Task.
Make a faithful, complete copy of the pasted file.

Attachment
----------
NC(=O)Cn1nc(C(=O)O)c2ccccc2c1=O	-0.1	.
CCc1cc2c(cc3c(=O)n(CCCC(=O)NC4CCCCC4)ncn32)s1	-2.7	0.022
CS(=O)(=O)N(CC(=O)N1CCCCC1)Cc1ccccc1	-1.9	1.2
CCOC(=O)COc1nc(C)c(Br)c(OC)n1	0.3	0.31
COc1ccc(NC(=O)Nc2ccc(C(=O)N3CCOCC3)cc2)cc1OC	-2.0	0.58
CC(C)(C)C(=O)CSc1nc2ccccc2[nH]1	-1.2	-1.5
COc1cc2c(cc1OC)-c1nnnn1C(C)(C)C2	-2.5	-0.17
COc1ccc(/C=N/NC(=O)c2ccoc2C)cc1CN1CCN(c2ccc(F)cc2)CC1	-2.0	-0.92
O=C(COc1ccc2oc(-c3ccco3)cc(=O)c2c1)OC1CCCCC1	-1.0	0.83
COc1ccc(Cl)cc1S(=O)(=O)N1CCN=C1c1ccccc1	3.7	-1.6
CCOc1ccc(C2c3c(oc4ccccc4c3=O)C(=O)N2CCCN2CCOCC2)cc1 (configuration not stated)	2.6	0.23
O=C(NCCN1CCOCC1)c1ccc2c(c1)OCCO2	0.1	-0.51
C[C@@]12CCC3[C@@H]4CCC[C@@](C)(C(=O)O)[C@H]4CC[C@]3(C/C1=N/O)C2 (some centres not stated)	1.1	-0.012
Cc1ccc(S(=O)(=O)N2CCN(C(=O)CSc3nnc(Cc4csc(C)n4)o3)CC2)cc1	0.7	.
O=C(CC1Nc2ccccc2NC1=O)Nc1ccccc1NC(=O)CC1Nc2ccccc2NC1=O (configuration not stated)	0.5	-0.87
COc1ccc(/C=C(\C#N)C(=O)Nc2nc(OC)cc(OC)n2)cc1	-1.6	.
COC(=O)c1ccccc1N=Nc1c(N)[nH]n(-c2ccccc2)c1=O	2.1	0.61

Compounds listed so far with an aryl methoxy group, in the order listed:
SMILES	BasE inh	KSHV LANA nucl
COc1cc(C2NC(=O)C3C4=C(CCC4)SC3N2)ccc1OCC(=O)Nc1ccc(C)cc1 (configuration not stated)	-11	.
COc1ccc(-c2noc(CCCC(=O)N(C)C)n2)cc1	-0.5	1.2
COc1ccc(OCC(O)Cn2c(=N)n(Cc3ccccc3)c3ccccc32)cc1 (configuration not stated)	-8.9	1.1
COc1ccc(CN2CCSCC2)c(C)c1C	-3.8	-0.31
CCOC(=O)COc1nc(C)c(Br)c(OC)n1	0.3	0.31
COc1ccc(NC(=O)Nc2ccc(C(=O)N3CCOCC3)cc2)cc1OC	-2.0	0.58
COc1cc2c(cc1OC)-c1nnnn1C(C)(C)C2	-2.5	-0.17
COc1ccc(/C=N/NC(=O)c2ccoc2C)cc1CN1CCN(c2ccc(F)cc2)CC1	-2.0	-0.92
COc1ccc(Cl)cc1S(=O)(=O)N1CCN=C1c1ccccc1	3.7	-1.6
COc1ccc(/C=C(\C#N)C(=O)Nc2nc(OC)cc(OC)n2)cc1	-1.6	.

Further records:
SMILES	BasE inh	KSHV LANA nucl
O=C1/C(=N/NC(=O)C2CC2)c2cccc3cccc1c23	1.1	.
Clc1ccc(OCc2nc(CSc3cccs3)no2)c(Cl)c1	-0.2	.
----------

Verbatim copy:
NC(=O)Cn1nc(C(=O)O)c2ccccc2c1=O	-0.1	.
CCc1cc2c(cc3c(=O)n(CCCC(=O)NC4CCCCC4)ncn32)s1	-2.7	0.022
CS(=O)(=O)N(CC(=O)N1CCCCC1)Cc1ccccc1	-1.9	1.2
CCOC(=O)COc1nc(C)c(Br)c(OC)n1	0.3	0.31
COc1ccc(NC(=O)Nc2ccc(C(=O)N3CCOCC3)cc2)cc1OC	-2.0	0.58
CC(C)(C)C(=O)CSc1nc2ccccc2[nH]1	-1.2	-1.5
COc1cc2c(cc1OC)-c1nnnn1C(C)(C)C2	-2.5	-0.17
COc1ccc(/C=N/NC(=O)c2ccoc2C)cc1CN1CCN(c2ccc(F)cc2)CC1	-2.0	-0.92
O=C(COc1ccc2oc(-c3ccco3)cc(=O)c2c1)OC1CCCCC1	-1.0	0.83
COc1ccc(Cl)cc1S(=O)(=O)N1CCN=C1c1ccccc1	3.7	-1.6
CCOc1ccc(C2c3c(oc4ccccc4c3=O)C(=O)N2CCCN2CCOCC2)cc1 (configuration not stated)	2.6	0.23
O=C(NCCN1CCOCC1)c1ccc2c(c1)OCCO2	0.1	-0.51
C[C@@]12CCC3[C@@H]4CCC[C@@](C)(C(=O)O)[C@H]4CC[C@]3(C/C1=N/O)C2 (some centres not stated)	1.1	-0.012
Cc1ccc(S(=O)(=O)N2CCN(C(=O)CSc3nnc(Cc4csc(C)n4)o3)CC2)cc1	0.7	.
O=C(CC1Nc2ccccc2NC1=O)Nc1ccccc1NC(=O)CC1Nc2ccccc2NC1=O (configuration not stated)	0.5	-0.87
COc1ccc(/C=C(\C#N)C(=O)Nc2nc(OC)cc(OC)n2)cc1	-1.6	.
COC(=O)c1ccccc1N=Nc1c(N)[nH]n(-c2ccccc2)c1=O	2.1	0.61

Compounds listed so far with an aryl methoxy group, in the order listed:
SMILES	BasE inh	KSHV LANA nucl
COc1cc(C2NC(=O)C3C4=C(CCC4)SC3N2)ccc1OCC(=O)Nc1ccc(C)cc1 (configuration not stated)	-11	.
COc1ccc(-c2noc(CCCC(=O)N(C)C)n2)cc1	-0.5	1.2
COc1ccc(OCC(O)Cn2c(=N)n(Cc3ccccc3)c3ccccc32)cc1 (configuration not stated)	-8.9	1.1
COc1ccc(CN2CCSCC2)c(C)c1C	-3.8	-0.31
CCOC(=O)COc1nc(C)c(Br)c(OC)n1	0.3	0.31
COc1ccc(NC(=O)Nc2ccc(C(=O)N3CCOCC3)cc2)cc1OC	-2.0	0.58
COc1cc2c(cc1OC)-c1nnnn1C(C)(C)C2	-2.5	-0.17
COc1ccc(/C=N/NC(=O)c2ccoc2C)cc1CN1CCN(c2ccc(F)cc2)CC1	-2.0	-0.92
COc1ccc(Cl)cc1S(=O)(=O)N1CCN=C1c1ccccc1	3.7	-1.6
COc1ccc(/C=C(\C#N)C(=O)Nc2nc(OC)cc(OC)n2)cc1	-1.6	.

Further records:
SMILES	BasE inh	KSHV LANA nucl
O=C1/C(=N/NC(=O)C2CC2)c2cccc3cccc1c23	1.1	.
Clc1ccc(OCc2nc(CSc3cccs3)no2)c(Cl)c1	-0.2	.